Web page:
I worked hard and was very good at what I did, and I was lucky that not all bosses like sycophants, but as I climbed the ladder I discovered a type of person that can be very successful too, and avoid the blow-back from shooting straight: The passive/aggressive personality. Early on I thought that when someone, who I knew disagreed with me, kept silent during meetings on how to proceed in some area, that they had been rhetorically defeated by my superior and more forceful argument
. That was the arrogance. What I learned was that while they had been "defeated" in the meeting room battle, they hadn't given up the war, and that there was a whole other way to successfully fight that war; a way I found distasteful and was no good at. Saying what's on your mind, in the presence of such people is often providing them with the weapon they need to hurt you.
So, I had a choice, adapt or die. I adapted. I still was more willing to say what was on my mind then others but I applied it far more strategically and with much greater care so that it was always an asset and never a weapon for my enemies.
Now I own my own business and the opportunity to say what's on my mind is greater than ever, but it doesn't take any real skill or courage to do so with the people who work for you, as employees or suppliers, and as most business owners eventually discover, there is always someone with whom you have to watch what you say; to keep your opinion to yourself, and resist the urge to tell them that their idea is the stupidest thing you've ever heard. They're called clients.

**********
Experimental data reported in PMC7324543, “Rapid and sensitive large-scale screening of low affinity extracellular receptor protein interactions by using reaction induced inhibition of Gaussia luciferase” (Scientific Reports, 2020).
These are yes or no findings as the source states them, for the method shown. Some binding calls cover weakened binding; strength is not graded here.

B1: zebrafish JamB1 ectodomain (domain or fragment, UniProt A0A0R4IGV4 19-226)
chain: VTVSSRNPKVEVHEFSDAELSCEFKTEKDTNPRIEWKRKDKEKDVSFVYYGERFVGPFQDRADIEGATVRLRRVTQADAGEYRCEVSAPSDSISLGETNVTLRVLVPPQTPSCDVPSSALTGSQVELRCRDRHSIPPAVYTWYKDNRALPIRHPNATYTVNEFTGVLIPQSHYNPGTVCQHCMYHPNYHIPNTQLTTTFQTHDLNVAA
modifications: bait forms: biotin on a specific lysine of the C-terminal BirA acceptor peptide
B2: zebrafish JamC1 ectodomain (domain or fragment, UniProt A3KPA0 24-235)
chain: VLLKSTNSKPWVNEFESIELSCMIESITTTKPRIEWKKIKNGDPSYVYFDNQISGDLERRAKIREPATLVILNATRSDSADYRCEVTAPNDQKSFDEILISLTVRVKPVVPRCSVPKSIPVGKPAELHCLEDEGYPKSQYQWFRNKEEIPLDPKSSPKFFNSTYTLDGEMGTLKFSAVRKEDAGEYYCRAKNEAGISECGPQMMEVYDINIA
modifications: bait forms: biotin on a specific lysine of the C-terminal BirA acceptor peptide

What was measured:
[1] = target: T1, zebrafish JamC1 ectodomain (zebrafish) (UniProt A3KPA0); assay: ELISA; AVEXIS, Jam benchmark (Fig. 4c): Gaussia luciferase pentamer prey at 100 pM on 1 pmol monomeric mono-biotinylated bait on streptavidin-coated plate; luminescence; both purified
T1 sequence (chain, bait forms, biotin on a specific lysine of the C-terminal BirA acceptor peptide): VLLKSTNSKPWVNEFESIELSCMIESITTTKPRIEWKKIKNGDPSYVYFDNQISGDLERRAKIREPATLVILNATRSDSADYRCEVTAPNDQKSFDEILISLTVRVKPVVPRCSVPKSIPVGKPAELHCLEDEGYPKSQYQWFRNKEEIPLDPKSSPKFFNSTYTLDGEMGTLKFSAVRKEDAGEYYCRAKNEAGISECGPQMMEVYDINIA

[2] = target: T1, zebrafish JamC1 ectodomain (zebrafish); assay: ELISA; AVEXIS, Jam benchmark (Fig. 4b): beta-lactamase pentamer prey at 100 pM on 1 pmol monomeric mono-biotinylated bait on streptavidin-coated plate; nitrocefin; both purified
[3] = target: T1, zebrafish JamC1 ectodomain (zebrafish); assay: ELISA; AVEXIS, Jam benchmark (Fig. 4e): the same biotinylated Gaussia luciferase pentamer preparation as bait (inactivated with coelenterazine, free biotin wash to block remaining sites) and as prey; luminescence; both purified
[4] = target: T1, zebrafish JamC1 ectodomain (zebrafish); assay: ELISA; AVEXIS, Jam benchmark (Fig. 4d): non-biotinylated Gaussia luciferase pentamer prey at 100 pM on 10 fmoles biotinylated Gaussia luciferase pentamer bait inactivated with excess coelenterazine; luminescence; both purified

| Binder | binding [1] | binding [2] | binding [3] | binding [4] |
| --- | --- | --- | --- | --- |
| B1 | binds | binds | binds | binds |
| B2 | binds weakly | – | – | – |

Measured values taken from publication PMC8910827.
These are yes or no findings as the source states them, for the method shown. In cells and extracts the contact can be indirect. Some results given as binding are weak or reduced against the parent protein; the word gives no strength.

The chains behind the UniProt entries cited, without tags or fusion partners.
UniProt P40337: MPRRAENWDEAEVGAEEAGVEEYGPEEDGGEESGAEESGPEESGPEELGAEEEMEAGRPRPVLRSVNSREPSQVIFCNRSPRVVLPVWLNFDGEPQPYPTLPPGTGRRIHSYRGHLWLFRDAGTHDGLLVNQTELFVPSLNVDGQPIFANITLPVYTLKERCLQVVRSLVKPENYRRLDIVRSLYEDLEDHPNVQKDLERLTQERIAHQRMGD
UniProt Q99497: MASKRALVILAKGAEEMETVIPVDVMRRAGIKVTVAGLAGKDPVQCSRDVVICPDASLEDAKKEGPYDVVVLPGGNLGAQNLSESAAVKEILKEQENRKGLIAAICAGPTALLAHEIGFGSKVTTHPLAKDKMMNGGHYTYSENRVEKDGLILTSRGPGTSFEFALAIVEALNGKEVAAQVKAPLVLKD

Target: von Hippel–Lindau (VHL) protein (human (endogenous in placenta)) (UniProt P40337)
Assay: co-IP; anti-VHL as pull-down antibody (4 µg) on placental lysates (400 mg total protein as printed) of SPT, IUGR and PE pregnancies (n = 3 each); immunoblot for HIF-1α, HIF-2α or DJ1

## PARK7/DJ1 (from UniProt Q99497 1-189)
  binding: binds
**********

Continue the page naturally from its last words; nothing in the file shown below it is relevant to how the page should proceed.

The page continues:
I remember a meeting I had with a lawyer with whom I had worked for years, and with whom I had struck up a personal friendship. That day he brought with him his new associate, a very bright kid right out of law school. During the meeting he told some of my people in no uncertain terms that what they had done and wanted to do was, for lack of a better term, stupid. He was right, of course, but that's not the way lawyers deal with clients, and especially young associates who are supposed to attend the meeting to take notes and keep quiet. The partner and I had a good laugh about it and he obviously agreed when I told him he needed to take young J.P. aside and straighten him out: He was right out of school and making close to what my experienced guys made, the price for that success was to never tell the client when he has been stupid. Years later, J.P. made partner, not only because he was so bright, but because he learned the lesson my friend gave him after that meeting, and he learned it well.
In any case, there are no such considerations here. You are free to act as you feel on any given day and for any reason you have. You have to be awfully, awfully ignorant, obnoxious, crazy or cruel to have the only punishment available in this forum meted out to you: total ignoring by everyone, and I don't think that sentence has ever been carried out in all the years I've been here. Even some of the people I would like to have ignore me won't.
So there remain reasons to "watch what you say" here but I create them, and no one else. That's a unique place to be.
Besides, you’re one of the last people in this forum who should worry about “image.”